What’s going on:
General map of the world
Players find themselves in the town of Bosh, whether there through intelligent design or simple coincidence is up to you, however if a more elaborate setup is indeed your goal I’d like to speak with you about certain things (such as the presence of certain groups and the like). For whatever reason you find yourself here your underlying purpose for being here is to look into the rumors of these shadow creatures who have recently been said to reside deep within the Jackal’s Folly, a twisted expanse of dead trees and vile creatures many miles west (You’re here because it’s the closest town). For the most part Bosh is a regular town, it sits right on the edge of the Vassa River, a major waterway for trade and transportation, following the river north lands you in Hobb, the largest city in the region. Following it further south leads you past the southern villages and port towns, ending at a large brackish marsh and eventually emptying into the Hookend Sea.
The town has a more or less capable guard, all the regular people that would be required for a town to run smoothly also call Bosh home. A blacksmith, tailor, herbalist and the like are all here, as well as a thriving fairydust trade.
Allowed Content (Classes/Races/Feats, etc): PRD
Starting Level: Level 4
Attributes: Each character has a pool of 26d6 to assign to his statistics. Before the dice are rolled, the player selects the number of dice to roll for each score, with a minimum of 3d6 for each ability. Once the dice have been assigned, the player rolls each group and totals the result of the three highest dice. The minimum you can have in a stat will be capped at 6, if you roll below that bump it to 6.
Also, bump two attributes at 4th level instead of just one.
Traits: 2 Traits (No Region Traits)
Wealth: 3,500 gp to outfit your character. In addition, a weapon, suit of armor, or shield with a +1 enhancement bonus made of a material of your choosing (save dragonhide/adamantine). Alternately you may add 1,500 gp to your gold total in lieu of an item.
Forbidden: Advanced firearms, siege weapons, gish (limit 3 basic classes, 2 prestige classes per character)
In the pathfinder society field guide I came across this entry
PFS Field Guide wrote:
Vanities are flavorful character background elements that players can use to customize their characters. Vanities generally have minor game effects; when they do, these effects tend toward non-combat bonuses. A character can own as many vanities as she wishes, but each comes with a set Prestige Point cost that may be paid with Prestige Points from any faction. Additionally, some vanities provide their own restrictions, as detailed below. As a general rule, vanities cannot be purchased with gold, but a GM can certainly use “free” vanities as rewards for adventures if she wishes.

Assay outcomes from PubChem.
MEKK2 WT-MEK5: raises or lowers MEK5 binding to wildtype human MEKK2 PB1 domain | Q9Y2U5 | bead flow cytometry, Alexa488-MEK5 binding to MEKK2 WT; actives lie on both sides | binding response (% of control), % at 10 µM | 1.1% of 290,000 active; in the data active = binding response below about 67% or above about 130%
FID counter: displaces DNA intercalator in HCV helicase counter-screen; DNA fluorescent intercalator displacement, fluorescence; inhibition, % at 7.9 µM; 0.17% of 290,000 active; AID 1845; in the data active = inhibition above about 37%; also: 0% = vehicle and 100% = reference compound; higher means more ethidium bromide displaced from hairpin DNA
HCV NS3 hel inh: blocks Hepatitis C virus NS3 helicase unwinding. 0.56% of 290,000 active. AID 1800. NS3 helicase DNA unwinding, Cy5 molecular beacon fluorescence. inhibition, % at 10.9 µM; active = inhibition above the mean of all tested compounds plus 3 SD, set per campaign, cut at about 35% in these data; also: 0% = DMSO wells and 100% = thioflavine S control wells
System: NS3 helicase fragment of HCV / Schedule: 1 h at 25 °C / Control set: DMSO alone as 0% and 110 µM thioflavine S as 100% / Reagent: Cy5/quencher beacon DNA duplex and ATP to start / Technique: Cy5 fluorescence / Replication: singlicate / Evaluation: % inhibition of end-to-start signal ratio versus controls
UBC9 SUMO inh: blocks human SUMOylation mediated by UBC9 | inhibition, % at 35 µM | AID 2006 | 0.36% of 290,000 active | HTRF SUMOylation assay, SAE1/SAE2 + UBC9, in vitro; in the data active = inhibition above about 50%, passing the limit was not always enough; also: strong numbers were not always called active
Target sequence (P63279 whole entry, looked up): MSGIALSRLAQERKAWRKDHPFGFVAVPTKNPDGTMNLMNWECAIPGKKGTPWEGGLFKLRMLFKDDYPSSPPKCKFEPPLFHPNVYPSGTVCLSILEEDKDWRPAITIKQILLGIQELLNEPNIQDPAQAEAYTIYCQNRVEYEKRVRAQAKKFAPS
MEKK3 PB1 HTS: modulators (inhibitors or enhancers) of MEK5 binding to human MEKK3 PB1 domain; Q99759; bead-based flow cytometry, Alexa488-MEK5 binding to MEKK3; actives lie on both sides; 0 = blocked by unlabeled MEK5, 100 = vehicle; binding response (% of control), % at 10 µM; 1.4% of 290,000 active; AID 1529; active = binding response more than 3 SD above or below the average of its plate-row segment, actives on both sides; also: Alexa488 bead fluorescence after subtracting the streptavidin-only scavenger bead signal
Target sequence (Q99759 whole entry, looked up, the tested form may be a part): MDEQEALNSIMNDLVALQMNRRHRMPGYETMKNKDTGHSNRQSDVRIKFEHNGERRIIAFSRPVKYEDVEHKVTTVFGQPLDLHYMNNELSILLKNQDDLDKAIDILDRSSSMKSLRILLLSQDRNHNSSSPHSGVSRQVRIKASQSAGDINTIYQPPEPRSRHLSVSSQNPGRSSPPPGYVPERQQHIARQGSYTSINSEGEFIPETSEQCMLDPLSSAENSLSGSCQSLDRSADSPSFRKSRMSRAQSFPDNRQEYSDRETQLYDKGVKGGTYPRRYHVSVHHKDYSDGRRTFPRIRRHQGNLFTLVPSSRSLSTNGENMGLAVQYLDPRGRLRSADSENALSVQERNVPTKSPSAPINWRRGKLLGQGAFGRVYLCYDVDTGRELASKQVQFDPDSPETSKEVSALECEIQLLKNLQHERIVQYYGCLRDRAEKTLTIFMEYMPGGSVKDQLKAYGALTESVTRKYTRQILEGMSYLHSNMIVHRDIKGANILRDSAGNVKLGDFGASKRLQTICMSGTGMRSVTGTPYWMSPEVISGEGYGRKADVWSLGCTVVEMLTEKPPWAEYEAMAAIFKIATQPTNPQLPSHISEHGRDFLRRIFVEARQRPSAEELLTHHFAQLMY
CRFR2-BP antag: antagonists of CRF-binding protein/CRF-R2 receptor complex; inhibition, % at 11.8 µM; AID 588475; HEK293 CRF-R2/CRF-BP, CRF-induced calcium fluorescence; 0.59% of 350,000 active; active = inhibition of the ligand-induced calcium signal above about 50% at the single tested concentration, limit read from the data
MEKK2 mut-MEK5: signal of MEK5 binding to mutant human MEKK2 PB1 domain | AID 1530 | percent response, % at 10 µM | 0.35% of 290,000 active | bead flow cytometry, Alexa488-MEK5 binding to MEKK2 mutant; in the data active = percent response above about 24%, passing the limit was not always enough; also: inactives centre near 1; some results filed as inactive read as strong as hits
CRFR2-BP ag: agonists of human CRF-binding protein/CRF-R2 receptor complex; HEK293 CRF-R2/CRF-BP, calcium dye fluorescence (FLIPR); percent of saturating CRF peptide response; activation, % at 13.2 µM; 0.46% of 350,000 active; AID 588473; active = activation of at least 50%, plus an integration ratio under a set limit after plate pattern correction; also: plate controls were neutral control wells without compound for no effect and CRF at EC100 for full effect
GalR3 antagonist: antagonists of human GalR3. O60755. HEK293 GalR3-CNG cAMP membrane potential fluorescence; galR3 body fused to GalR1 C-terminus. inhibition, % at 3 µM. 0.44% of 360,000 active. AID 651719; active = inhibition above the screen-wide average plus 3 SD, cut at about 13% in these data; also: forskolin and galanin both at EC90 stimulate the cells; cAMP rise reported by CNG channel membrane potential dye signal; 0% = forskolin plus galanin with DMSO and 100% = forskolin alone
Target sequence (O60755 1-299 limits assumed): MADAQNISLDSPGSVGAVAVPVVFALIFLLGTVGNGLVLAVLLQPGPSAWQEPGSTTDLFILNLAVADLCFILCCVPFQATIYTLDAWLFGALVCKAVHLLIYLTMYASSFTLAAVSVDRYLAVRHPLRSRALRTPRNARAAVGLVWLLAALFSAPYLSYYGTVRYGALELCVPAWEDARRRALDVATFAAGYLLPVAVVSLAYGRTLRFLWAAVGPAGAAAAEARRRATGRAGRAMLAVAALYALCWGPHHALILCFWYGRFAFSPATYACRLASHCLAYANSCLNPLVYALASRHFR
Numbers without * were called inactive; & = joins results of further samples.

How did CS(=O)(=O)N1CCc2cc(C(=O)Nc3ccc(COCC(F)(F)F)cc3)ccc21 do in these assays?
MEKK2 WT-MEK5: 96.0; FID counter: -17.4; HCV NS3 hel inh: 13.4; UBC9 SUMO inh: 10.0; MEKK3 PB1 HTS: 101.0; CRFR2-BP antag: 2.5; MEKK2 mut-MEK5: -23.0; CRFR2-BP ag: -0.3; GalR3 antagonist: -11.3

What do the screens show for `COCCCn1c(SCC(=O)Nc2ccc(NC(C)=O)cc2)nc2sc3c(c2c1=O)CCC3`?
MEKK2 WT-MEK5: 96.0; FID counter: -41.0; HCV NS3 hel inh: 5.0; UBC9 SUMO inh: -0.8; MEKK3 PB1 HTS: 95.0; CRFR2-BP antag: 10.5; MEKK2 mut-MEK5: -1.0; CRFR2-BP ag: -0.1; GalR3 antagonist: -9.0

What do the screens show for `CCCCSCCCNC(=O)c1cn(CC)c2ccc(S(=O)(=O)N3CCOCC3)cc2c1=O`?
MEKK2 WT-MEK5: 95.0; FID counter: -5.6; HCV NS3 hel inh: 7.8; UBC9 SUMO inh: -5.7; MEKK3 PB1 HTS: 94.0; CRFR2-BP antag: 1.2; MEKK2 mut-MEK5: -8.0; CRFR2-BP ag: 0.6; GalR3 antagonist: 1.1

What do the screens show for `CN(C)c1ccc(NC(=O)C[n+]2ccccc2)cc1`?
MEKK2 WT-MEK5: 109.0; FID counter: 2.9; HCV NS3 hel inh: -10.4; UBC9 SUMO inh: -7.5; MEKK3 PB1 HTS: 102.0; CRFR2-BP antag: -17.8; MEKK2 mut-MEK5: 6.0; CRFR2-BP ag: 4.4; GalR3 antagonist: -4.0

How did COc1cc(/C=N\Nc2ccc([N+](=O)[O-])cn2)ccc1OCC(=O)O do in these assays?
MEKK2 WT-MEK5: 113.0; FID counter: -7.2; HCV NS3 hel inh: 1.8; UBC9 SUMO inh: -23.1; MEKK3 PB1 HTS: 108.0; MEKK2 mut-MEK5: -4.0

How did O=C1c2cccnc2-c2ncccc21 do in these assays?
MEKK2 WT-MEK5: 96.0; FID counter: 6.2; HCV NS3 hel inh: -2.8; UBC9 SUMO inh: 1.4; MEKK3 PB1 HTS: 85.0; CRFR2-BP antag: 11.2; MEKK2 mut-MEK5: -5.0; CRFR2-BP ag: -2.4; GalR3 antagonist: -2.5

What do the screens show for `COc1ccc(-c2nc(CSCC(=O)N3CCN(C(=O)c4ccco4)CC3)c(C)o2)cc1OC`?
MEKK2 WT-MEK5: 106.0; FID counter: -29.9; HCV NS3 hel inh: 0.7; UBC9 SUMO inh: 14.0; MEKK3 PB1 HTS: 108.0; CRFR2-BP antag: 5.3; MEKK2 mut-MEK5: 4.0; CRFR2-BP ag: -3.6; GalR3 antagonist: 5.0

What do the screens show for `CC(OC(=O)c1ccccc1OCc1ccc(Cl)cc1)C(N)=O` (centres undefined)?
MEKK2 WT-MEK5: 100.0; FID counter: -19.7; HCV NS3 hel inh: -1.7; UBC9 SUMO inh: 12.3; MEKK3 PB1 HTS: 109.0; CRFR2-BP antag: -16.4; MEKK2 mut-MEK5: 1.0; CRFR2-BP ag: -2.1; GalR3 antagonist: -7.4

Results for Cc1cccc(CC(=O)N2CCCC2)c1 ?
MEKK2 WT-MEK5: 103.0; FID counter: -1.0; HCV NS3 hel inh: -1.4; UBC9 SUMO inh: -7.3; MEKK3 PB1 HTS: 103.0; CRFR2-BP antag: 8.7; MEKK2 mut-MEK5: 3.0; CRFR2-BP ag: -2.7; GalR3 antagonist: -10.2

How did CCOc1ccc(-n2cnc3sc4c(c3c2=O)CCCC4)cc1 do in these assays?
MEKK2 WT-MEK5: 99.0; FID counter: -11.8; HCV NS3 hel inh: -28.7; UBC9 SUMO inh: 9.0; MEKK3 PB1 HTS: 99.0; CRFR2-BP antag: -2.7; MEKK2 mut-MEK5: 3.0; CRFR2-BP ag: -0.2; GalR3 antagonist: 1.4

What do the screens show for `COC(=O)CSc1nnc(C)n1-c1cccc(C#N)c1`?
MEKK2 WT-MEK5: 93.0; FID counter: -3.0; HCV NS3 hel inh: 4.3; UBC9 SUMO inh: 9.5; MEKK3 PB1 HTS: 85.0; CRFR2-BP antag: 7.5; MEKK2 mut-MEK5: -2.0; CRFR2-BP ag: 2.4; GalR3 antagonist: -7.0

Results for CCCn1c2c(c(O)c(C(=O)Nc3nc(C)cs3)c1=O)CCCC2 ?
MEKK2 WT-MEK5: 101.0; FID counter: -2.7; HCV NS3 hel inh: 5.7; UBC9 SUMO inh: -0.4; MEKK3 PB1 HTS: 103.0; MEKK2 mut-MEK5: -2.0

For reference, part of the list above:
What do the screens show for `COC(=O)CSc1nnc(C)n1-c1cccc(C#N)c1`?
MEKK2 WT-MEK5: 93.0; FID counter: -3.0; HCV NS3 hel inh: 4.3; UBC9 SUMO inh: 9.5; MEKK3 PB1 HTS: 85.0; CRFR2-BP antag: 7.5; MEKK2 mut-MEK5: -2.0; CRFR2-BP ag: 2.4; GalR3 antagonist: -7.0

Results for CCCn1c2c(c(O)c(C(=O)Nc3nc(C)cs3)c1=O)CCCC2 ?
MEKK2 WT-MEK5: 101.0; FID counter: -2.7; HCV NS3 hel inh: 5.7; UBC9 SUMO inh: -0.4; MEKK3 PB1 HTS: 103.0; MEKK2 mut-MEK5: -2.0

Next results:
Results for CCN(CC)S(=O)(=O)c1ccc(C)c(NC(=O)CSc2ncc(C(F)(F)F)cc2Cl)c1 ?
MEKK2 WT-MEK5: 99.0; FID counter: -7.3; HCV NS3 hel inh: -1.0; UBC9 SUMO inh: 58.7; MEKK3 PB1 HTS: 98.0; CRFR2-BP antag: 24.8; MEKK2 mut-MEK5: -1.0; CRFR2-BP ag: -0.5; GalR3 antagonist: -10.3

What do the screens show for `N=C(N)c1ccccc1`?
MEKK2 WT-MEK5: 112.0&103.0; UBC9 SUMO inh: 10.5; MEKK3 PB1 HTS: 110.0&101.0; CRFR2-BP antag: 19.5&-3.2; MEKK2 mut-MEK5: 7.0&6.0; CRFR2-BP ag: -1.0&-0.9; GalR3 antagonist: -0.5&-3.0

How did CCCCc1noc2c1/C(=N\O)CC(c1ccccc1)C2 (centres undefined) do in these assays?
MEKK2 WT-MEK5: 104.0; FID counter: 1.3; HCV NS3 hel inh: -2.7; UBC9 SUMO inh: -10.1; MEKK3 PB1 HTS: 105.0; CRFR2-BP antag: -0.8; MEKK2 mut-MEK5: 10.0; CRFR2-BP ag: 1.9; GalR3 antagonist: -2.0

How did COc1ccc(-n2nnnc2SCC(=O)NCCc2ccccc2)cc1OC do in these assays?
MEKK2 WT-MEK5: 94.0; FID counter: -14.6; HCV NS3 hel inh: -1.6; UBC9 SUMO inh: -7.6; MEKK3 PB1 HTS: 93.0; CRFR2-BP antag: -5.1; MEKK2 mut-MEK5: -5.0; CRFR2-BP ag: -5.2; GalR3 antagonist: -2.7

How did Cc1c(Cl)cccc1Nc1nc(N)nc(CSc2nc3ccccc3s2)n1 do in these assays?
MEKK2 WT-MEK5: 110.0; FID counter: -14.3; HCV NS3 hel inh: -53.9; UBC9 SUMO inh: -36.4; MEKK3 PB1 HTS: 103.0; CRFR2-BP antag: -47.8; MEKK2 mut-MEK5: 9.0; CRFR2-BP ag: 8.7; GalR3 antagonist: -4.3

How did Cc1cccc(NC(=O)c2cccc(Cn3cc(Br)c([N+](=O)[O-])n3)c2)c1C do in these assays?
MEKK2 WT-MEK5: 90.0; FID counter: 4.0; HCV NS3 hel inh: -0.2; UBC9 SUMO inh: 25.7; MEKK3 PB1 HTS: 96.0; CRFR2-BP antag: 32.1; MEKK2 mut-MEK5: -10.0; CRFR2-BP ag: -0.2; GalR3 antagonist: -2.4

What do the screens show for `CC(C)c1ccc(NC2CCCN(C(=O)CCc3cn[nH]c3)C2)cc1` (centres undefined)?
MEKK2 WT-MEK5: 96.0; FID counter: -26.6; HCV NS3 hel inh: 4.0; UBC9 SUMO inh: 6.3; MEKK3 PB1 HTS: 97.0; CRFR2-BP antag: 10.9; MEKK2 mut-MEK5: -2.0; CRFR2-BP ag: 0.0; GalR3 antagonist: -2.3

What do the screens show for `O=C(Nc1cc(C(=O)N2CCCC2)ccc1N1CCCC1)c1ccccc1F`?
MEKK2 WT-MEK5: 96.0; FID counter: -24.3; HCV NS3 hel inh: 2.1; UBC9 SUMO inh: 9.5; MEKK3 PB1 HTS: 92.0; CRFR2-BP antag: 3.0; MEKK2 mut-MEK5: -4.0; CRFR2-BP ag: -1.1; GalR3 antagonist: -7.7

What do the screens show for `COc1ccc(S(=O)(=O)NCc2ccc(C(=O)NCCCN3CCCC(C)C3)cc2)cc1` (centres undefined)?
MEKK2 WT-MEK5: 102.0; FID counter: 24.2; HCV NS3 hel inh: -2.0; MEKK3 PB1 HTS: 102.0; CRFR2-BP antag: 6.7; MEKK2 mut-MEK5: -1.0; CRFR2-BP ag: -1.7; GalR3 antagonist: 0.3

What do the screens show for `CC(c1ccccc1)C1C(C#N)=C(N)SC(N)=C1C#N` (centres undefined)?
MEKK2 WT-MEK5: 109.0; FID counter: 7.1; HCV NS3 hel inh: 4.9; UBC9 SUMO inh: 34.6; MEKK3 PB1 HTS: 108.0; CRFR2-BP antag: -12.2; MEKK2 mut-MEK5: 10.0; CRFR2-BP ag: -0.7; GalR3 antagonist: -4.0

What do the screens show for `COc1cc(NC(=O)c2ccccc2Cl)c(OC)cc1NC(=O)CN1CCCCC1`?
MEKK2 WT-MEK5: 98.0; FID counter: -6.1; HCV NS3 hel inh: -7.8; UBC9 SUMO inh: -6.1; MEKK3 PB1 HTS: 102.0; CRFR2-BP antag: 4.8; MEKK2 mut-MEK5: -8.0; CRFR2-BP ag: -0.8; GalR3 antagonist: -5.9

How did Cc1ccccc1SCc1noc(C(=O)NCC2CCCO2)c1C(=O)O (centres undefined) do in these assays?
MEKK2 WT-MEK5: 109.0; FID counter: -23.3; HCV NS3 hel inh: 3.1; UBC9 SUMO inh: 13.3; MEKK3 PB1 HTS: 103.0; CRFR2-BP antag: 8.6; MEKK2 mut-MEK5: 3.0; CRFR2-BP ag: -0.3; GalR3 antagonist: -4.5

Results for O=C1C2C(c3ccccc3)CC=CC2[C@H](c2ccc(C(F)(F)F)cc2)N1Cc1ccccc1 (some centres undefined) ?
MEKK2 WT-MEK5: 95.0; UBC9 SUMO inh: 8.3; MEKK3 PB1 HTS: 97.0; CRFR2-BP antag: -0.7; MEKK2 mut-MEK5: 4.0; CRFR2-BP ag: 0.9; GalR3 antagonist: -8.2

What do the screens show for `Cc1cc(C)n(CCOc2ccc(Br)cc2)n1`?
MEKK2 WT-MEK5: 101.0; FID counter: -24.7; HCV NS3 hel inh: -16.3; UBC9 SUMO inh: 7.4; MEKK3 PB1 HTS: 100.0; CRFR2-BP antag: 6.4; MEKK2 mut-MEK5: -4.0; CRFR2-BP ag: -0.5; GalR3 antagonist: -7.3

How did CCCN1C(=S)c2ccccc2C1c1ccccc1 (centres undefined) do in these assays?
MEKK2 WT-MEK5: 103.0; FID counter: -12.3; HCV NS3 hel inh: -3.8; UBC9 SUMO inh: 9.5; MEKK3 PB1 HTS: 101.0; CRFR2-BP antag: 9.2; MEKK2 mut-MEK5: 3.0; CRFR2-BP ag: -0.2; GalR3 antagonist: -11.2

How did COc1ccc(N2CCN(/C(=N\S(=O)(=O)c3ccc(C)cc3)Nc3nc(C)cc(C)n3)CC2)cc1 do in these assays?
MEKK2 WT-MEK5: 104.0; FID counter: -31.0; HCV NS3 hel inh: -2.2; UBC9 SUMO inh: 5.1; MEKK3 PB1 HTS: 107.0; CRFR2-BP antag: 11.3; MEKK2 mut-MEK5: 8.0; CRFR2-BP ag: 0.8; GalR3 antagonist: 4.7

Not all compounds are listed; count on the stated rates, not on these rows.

what exactly does this mean?
I may be mistaken but what's the point of the prone shooter feat? It says that it allows you to negate the penalties that prone condition applies to ranged attacks made while prone but that's the thing. The prone condition gives NO penalties for firing a ranged weapon while prone, only melee. At least that's what the prone condition from the PRD says. Am I missing something here? what's the point of this feat?
Prone Condition: The character is lying on the ground. A prone attacker has a –4 penalty on melee attack rolls and cannot use a ranged weapon (except for a crossbow). A prone defender gains a +4 bonus to Armor Class against ranged attacks, but takes a –4 penalty to AC against melee attacks.
Prone Shooter Feat: If you have been prone since the end of your last turn, you can ignore the penalty the prone condition imposes on ranged attack rolls you make using a crossbow or firearm with which you have Weapon Focus.
Hey, what's up, my name is Roshan here on the paizo boards, but on TTW I go by the name Boggle. I'm here to find some folks willing to GM a few scenarios.
A few months ago a guy on the board named Artheros pulled together a group of GM's and players and got a small group of people started playing PFS, me being one of them. Soon after I took up the call as a PFS GM. Over the last month or so we've had very high attrition rates, we're down to one active GM (me) and perhaps a handful of active players, it's to the point where I couldn't even get enough people to man a table last week. Something's got to change.
So here it is, I'm issuing a call to arms, Pathfinder Society people unite!
I'm looking for players and GM's looking to play Pathfinder Society Online via maptools. We use a framework built by Ausp so that players, no matter who's gming on any specific day may use the same tokens and the same macros throughout.
For Players....you need
For GM's....you need